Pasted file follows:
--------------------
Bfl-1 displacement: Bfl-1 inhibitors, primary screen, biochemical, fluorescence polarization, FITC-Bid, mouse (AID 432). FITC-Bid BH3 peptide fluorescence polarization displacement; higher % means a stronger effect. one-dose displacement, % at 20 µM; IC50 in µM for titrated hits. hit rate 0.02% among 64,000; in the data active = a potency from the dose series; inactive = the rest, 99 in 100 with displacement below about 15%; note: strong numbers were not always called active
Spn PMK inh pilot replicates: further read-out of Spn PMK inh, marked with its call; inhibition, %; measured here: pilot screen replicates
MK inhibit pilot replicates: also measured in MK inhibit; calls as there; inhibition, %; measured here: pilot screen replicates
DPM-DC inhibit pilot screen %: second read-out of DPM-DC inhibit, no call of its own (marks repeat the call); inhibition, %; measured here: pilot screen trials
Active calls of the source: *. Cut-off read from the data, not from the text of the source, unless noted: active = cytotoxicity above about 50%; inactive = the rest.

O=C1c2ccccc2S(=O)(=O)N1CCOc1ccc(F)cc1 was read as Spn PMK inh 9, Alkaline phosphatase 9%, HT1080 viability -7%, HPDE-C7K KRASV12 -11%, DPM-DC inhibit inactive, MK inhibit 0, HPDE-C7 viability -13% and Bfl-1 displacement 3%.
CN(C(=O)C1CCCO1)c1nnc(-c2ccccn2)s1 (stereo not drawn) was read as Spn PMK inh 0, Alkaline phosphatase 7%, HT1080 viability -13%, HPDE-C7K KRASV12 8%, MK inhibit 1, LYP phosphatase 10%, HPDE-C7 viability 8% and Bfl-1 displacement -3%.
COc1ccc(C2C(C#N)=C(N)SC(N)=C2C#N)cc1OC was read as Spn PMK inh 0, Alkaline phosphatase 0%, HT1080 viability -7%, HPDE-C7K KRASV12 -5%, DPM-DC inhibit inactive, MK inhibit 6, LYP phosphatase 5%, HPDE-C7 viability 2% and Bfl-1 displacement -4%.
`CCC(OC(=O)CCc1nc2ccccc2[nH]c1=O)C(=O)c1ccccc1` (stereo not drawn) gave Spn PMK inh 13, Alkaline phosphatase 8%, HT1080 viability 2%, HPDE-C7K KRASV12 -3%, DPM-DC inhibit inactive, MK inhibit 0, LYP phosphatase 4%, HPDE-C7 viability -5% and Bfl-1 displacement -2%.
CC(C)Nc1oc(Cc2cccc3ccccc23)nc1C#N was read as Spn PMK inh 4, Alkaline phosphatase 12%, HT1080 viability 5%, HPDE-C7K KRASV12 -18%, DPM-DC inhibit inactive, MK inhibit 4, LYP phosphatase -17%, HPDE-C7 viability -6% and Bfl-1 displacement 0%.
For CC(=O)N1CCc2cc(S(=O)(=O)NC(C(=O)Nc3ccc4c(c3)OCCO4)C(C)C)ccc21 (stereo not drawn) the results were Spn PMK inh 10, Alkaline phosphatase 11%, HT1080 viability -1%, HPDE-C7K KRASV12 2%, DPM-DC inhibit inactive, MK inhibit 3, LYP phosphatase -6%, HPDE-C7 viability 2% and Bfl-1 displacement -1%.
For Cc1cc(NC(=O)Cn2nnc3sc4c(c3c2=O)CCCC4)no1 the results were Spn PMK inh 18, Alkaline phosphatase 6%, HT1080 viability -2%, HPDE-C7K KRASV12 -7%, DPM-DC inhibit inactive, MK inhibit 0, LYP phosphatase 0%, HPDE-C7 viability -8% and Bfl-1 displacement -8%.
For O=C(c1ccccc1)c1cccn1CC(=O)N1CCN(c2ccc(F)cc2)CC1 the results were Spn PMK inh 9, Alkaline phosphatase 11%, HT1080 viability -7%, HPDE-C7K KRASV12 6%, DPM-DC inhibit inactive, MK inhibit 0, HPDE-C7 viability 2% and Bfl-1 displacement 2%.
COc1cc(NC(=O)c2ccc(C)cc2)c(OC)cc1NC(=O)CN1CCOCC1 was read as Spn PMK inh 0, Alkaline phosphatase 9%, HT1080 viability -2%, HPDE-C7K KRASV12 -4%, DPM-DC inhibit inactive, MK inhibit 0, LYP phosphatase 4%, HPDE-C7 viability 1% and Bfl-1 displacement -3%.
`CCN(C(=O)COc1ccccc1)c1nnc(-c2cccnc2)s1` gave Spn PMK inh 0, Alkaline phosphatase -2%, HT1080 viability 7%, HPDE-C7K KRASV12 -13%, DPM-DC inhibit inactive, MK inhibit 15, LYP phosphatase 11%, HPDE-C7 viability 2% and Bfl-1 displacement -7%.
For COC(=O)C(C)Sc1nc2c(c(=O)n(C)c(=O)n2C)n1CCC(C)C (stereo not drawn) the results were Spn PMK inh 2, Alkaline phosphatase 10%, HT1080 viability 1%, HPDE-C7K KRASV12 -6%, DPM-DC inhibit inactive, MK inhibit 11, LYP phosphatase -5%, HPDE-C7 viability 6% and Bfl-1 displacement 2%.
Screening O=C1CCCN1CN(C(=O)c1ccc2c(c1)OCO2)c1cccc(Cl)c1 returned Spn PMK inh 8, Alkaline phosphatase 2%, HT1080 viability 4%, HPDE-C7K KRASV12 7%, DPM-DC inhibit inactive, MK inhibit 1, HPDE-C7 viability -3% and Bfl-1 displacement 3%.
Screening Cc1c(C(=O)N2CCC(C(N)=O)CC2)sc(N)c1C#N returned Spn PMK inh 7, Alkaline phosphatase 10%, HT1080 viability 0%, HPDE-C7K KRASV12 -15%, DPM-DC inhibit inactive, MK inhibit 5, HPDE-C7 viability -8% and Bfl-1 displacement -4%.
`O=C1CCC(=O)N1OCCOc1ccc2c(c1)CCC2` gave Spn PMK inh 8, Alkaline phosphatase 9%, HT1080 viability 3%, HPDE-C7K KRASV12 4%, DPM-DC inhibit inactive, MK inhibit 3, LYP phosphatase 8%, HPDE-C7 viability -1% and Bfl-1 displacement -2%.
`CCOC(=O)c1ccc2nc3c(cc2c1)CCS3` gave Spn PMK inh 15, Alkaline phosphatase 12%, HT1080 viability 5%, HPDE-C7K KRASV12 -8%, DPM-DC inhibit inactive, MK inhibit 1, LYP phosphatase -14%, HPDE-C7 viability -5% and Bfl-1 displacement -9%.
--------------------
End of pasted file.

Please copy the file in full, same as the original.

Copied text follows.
Bfl-1 displacement: Bfl-1 inhibitors, primary screen, biochemical, fluorescence polarization, FITC-Bid, mouse (AID 432). FITC-Bid BH3 peptide fluorescence polarization displacement; higher % means a stronger effect. one-dose displacement, % at 20 µM; IC50 in µM for titrated hits. hit rate 0.02% among 64,000; in the data active = a potency from the dose series; inactive = the rest, 99 in 100 with displacement below about 15%; note: strong numbers were not always called active
Spn PMK inh pilot replicates: further read-out of Spn PMK inh, marked with its call; inhibition, %; measured here: pilot screen replicates
MK inhibit pilot replicates: also measured in MK inhibit; calls as there; inhibition, %; measured here: pilot screen replicates
DPM-DC inhibit pilot screen %: second read-out of DPM-DC inhibit, no call of its own (marks repeat the call); inhibition, %; measured here: pilot screen trials
Active calls of the source: *. Cut-off read from the data, not from the text of the source, unless noted: active = cytotoxicity above about 50%; inactive = the rest.

O=C1c2ccccc2S(=O)(=O)N1CCOc1ccc(F)cc1 was read as Spn PMK inh 9, Alkaline phosphatase 9%, HT1080 viability -7%, HPDE-C7K KRASV12 -11%, DPM-DC inhibit inactive, MK inhibit 0, HPDE-C7 viability -13% and Bfl-1 displacement 3%.
CN(C(=O)C1CCCO1)c1nnc(-c2ccccn2)s1 (stereo not drawn) was read as Spn PMK inh 0, Alkaline phosphatase 7%, HT1080 viability -13%, HPDE-C7K KRASV12 8%, MK inhibit 1, LYP phosphatase 10%, HPDE-C7 viability 8% and Bfl-1 displacement -3%.
COc1ccc(C2C(C#N)=C(N)SC(N)=C2C#N)cc1OC was read as Spn PMK inh 0, Alkaline phosphatase 0%, HT1080 viability -7%, HPDE-C7K KRASV12 -5%, DPM-DC inhibit inactive, MK inhibit 6, LYP phosphatase 5%, HPDE-C7 viability 2% and Bfl-1 displacement -4%.
`CCC(OC(=O)CCc1nc2ccccc2[nH]c1=O)C(=O)c1ccccc1` (stereo not drawn) gave Spn PMK inh 13, Alkaline phosphatase 8%, HT1080 viability 2%, HPDE-C7K KRASV12 -3%, DPM-DC inhibit inactive, MK inhibit 0, LYP phosphatase 4%, HPDE-C7 viability -5% and Bfl-1 displacement -2%.
CC(C)Nc1oc(Cc2cccc3ccccc23)nc1C#N was read as Spn PMK inh 4, Alkaline phosphatase 12%, HT1080 viability 5%, HPDE-C7K KRASV12 -18%, DPM-DC inhibit inactive, MK inhibit 4, LYP phosphatase -17%, HPDE-C7 viability -6% and Bfl-1 displacement 0%.
For CC(=O)N1CCc2cc(S(=O)(=O)NC(C(=O)Nc3ccc4c(c3)OCCO4)C(C)C)ccc21 (stereo not drawn) the results were Spn PMK inh 10, Alkaline phosphatase 11%, HT1080 viability -1%, HPDE-C7K KRASV12 2%, DPM-DC inhibit inactive, MK inhibit 3, LYP phosphatase -6%, HPDE-C7 viability 2% and Bfl-1 displacement -1%.
For Cc1cc(NC(=O)Cn2nnc3sc4c(c3c2=O)CCCC4)no1 the results were Spn PMK inh 18, Alkaline phosphatase 6%, HT1080 viability -2%, HPDE-C7K KRASV12 -7%, DPM-DC inhibit inactive, MK inhibit 0, LYP phosphatase 0%, HPDE-C7 viability -8% and Bfl-1 displacement -8%.
For O=C(c1ccccc1)c1cccn1CC(=O)N1CCN(c2ccc(F)cc2)CC1 the results were Spn PMK inh 9, Alkaline phosphatase 11%, HT1080 viability -7%, HPDE-C7K KRASV12 6%, DPM-DC inhibit inactive, MK inhibit 0, HPDE-C7 viability 2% and Bfl-1 displacement 2%.
COc1cc(NC(=O)c2ccc(C)cc2)c(OC)cc1NC(=O)CN1CCOCC1 was read as Spn PMK inh 0, Alkaline phosphatase 9%, HT1080 viability -2%, HPDE-C7K KRASV12 -4%, DPM-DC inhibit inactive, MK inhibit 0, LYP phosphatase 4%, HPDE-C7 viability 1% and Bfl-1 displacement -3%.
`CCN(C(=O)COc1ccccc1)c1nnc(-c2cccnc2)s1` gave Spn PMK inh 0, Alkaline phosphatase -2%, HT1080 viability 7%, HPDE-C7K KRASV12 -13%, DPM-DC inhibit inactive, MK inhibit 15, LYP phosphatase 11%, HPDE-C7 viability 2% and Bfl-1 displacement -7%.
For COC(=O)C(C)Sc1nc2c(c(=O)n(C)c(=O)n2C)n1CCC(C)C (stereo not drawn) the results were Spn PMK inh 2, Alkaline phosphatase 10%, HT1080 viability 1%, HPDE-C7K KRASV12 -6%, DPM-DC inhibit inactive, MK inhibit 11, LYP phosphatase -5%, HPDE-C7 viability 6% and Bfl-1 displacement 2%.
Screening O=C1CCCN1CN(C(=O)c1ccc2c(c1)OCO2)c1cccc(Cl)c1 returned Spn PMK inh 8, Alkaline phosphatase 2%, HT1080 viability 4%, HPDE-C7K KRASV12 7%, DPM-DC inhibit inactive, MK inhibit 1, HPDE-C7 viability -3% and Bfl-1 displacement 3%.
Screening Cc1c(C(=O)N2CCC(C(N)=O)CC2)sc(N)c1C#N returned Spn PMK inh 7, Alkaline phosphatase 10%, HT1080 viability 0%, HPDE-C7K KRASV12 -15%, DPM-DC inhibit inactive, MK inhibit 5, HPDE-C7 viability -8% and Bfl-1 displacement -4%.
`O=C1CCC(=O)N1OCCOc1ccc2c(c1)CCC2` gave Spn PMK inh 8, Alkaline phosphatase 9%, HT1080 viability 3%, HPDE-C7K KRASV12 4%, DPM-DC inhibit inactive, MK inhibit 3, LYP phosphatase 8%, HPDE-C7 viability -1% and Bfl-1 displacement -2%.
`CCOC(=O)c1ccc2nc3c(cc2c1)CCS3` gave Spn PMK inh 15, Alkaline phosphatase 12%, HT1080 viability 5%, HPDE-C7K KRASV12 -8%, DPM-DC inhibit inactive, MK inhibit 1, LYP phosphatase -14%, HPDE-C7 viability -5% and Bfl-1 displacement -9%.